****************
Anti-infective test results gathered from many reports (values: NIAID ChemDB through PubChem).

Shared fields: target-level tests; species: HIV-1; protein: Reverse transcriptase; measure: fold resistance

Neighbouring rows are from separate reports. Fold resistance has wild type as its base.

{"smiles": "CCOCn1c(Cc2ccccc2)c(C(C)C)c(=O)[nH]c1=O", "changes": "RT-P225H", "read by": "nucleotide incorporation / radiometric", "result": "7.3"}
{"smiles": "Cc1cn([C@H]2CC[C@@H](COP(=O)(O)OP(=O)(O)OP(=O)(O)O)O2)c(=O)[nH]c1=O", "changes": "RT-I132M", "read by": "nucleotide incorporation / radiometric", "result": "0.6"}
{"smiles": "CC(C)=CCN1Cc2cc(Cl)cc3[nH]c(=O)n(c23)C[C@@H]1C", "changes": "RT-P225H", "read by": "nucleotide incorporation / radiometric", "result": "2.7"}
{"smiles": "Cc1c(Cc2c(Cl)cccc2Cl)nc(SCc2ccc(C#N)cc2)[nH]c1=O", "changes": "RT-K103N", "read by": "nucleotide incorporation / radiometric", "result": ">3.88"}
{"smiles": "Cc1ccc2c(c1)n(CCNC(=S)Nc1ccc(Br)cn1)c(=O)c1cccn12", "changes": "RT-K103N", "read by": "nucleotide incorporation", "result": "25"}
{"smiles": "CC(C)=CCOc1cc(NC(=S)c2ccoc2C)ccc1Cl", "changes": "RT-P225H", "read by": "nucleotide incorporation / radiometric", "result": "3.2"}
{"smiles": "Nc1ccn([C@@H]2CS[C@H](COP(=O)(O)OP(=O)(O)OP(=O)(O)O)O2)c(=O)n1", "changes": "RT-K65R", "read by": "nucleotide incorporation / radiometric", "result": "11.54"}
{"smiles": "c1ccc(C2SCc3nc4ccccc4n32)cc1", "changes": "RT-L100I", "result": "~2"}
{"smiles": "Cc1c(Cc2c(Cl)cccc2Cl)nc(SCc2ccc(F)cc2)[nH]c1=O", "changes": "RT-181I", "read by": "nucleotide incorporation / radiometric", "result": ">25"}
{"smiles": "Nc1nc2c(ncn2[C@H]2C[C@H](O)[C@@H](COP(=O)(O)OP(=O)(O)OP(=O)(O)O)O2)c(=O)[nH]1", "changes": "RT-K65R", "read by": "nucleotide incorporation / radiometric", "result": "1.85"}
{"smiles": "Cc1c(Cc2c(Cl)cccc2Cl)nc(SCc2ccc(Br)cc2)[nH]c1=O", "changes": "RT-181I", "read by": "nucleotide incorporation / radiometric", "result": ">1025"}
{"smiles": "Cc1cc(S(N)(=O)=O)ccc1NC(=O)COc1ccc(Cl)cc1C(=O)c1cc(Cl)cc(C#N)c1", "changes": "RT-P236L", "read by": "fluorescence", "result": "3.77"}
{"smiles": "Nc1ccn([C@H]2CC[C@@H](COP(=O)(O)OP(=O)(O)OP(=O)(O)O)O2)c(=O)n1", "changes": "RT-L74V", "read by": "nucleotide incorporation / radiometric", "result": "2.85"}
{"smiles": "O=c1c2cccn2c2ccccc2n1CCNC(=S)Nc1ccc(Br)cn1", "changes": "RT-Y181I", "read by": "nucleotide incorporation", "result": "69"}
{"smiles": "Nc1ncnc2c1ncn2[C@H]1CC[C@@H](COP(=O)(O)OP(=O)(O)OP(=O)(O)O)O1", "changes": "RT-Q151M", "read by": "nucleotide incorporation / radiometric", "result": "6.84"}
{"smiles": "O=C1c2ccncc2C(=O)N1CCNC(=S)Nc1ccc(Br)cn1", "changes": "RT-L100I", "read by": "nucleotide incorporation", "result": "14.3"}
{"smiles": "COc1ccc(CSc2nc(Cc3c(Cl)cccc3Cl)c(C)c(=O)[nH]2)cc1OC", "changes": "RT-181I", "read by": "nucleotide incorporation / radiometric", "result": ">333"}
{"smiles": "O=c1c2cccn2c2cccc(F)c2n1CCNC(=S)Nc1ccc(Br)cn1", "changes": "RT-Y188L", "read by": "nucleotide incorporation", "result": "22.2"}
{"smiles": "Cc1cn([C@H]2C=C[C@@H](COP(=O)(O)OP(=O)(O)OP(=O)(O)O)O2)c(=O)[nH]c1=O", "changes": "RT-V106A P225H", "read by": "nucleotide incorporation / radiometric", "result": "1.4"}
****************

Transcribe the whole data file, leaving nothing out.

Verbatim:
Anti-infective test results gathered from many reports (values: NIAID ChemDB through PubChem).

Shared fields: target-level tests; species: HIV-1; protein: Reverse transcriptase; measure: fold resistance

Neighbouring rows are from separate reports. Fold resistance has wild type as its base.

{"smiles": "CCOCn1c(Cc2ccccc2)c(C(C)C)c(=O)[nH]c1=O", "changes": "RT-P225H", "read by": "nucleotide incorporation / radiometric", "result": "7.3"}
{"smiles": "Cc1cn([C@H]2CC[C@@H](COP(=O)(O)OP(=O)(O)OP(=O)(O)O)O2)c(=O)[nH]c1=O", "changes": "RT-I132M", "read by": "nucleotide incorporation / radiometric", "result": "0.6"}
{"smiles": "CC(C)=CCN1Cc2cc(Cl)cc3[nH]c(=O)n(c23)C[C@@H]1C", "changes": "RT-P225H", "read by": "nucleotide incorporation / radiometric", "result": "2.7"}
{"smiles": "Cc1c(Cc2c(Cl)cccc2Cl)nc(SCc2ccc(C#N)cc2)[nH]c1=O", "changes": "RT-K103N", "read by": "nucleotide incorporation / radiometric", "result": ">3.88"}
{"smiles": "Cc1ccc2c(c1)n(CCNC(=S)Nc1ccc(Br)cn1)c(=O)c1cccn12", "changes": "RT-K103N", "read by": "nucleotide incorporation", "result": "25"}
{"smiles": "CC(C)=CCOc1cc(NC(=S)c2ccoc2C)ccc1Cl", "changes": "RT-P225H", "read by": "nucleotide incorporation / radiometric", "result": "3.2"}
{"smiles": "Nc1ccn([C@@H]2CS[C@H](COP(=O)(O)OP(=O)(O)OP(=O)(O)O)O2)c(=O)n1", "changes": "RT-K65R", "read by": "nucleotide incorporation / radiometric", "result": "11.54"}
{"smiles": "c1ccc(C2SCc3nc4ccccc4n32)cc1", "changes": "RT-L100I", "result": "~2"}
{"smiles": "Cc1c(Cc2c(Cl)cccc2Cl)nc(SCc2ccc(F)cc2)[nH]c1=O", "changes": "RT-181I", "read by": "nucleotide incorporation / radiometric", "result": ">25"}
{"smiles": "Nc1nc2c(ncn2[C@H]2C[C@H](O)[C@@H](COP(=O)(O)OP(=O)(O)OP(=O)(O)O)O2)c(=O)[nH]1", "changes": "RT-K65R", "read by": "nucleotide incorporation / radiometric", "result": "1.85"}
{"smiles": "Cc1c(Cc2c(Cl)cccc2Cl)nc(SCc2ccc(Br)cc2)[nH]c1=O", "changes": "RT-181I", "read by": "nucleotide incorporation / radiometric", "result": ">1025"}
{"smiles": "Cc1cc(S(N)(=O)=O)ccc1NC(=O)COc1ccc(Cl)cc1C(=O)c1cc(Cl)cc(C#N)c1", "changes": "RT-P236L", "read by": "fluorescence", "result": "3.77"}
{"smiles": "Nc1ccn([C@H]2CC[C@@H](COP(=O)(O)OP(=O)(O)OP(=O)(O)O)O2)c(=O)n1", "changes": "RT-L74V", "read by": "nucleotide incorporation / radiometric", "result": "2.85"}
{"smiles": "O=c1c2cccn2c2ccccc2n1CCNC(=S)Nc1ccc(Br)cn1", "changes": "RT-Y181I", "read by": "nucleotide incorporation", "result": "69"}
{"smiles": "Nc1ncnc2c1ncn2[C@H]1CC[C@@H](COP(=O)(O)OP(=O)(O)OP(=O)(O)O)O1", "changes": "RT-Q151M", "read by": "nucleotide incorporation / radiometric", "result": "6.84"}
{"smiles": "O=C1c2ccncc2C(=O)N1CCNC(=S)Nc1ccc(Br)cn1", "changes": "RT-L100I", "read by": "nucleotide incorporation", "result": "14.3"}
{"smiles": "COc1ccc(CSc2nc(Cc3c(Cl)cccc3Cl)c(C)c(=O)[nH]2)cc1OC", "changes": "RT-181I", "read by": "nucleotide incorporation / radiometric", "result": ">333"}
{"smiles": "O=c1c2cccn2c2cccc(F)c2n1CCNC(=S)Nc1ccc(Br)cn1", "changes": "RT-Y188L", "read by": "nucleotide incorporation", "result": "22.2"}
{"smiles": "Cc1cn([C@H]2C=C[C@@H](COP(=O)(O)OP(=O)(O)OP(=O)(O)O)O2)c(=O)[nH]c1=O", "changes": "RT-V106A P225H", "read by": "nucleotide incorporation / radiometric", "result": "1.4"}